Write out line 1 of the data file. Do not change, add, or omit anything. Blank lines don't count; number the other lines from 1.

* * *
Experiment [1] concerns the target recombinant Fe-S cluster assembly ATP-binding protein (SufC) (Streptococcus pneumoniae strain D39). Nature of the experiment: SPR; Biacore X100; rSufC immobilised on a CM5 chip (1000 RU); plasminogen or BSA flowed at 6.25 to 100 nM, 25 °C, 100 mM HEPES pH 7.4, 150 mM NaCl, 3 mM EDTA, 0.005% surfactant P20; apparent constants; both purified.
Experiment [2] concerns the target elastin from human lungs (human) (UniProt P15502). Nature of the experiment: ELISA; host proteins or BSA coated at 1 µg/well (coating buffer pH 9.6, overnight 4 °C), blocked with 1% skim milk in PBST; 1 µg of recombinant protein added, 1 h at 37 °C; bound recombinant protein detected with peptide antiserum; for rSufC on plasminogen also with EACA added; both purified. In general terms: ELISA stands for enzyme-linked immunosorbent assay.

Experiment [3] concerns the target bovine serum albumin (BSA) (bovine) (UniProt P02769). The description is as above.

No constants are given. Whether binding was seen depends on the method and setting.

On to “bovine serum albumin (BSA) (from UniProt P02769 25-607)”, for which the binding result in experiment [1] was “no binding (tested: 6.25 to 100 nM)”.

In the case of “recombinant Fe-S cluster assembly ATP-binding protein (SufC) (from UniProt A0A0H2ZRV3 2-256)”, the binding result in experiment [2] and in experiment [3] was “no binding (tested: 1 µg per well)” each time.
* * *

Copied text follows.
Experiment [1] concerns the target recombinant Fe-S cluster assembly ATP-binding protein (SufC) (Streptococcus pneumoniae strain D39). Nature of the experiment: SPR; Biacore X100; rSufC immobilised on a CM5 chip (1000 RU); plasminogen or BSA flowed at 6.25 to 100 nM, 25 °C, 100 mM HEPES pH 7.4, 150 mM NaCl, 3 mM EDTA, 0.005% surfactant P20; apparent constants; both purified.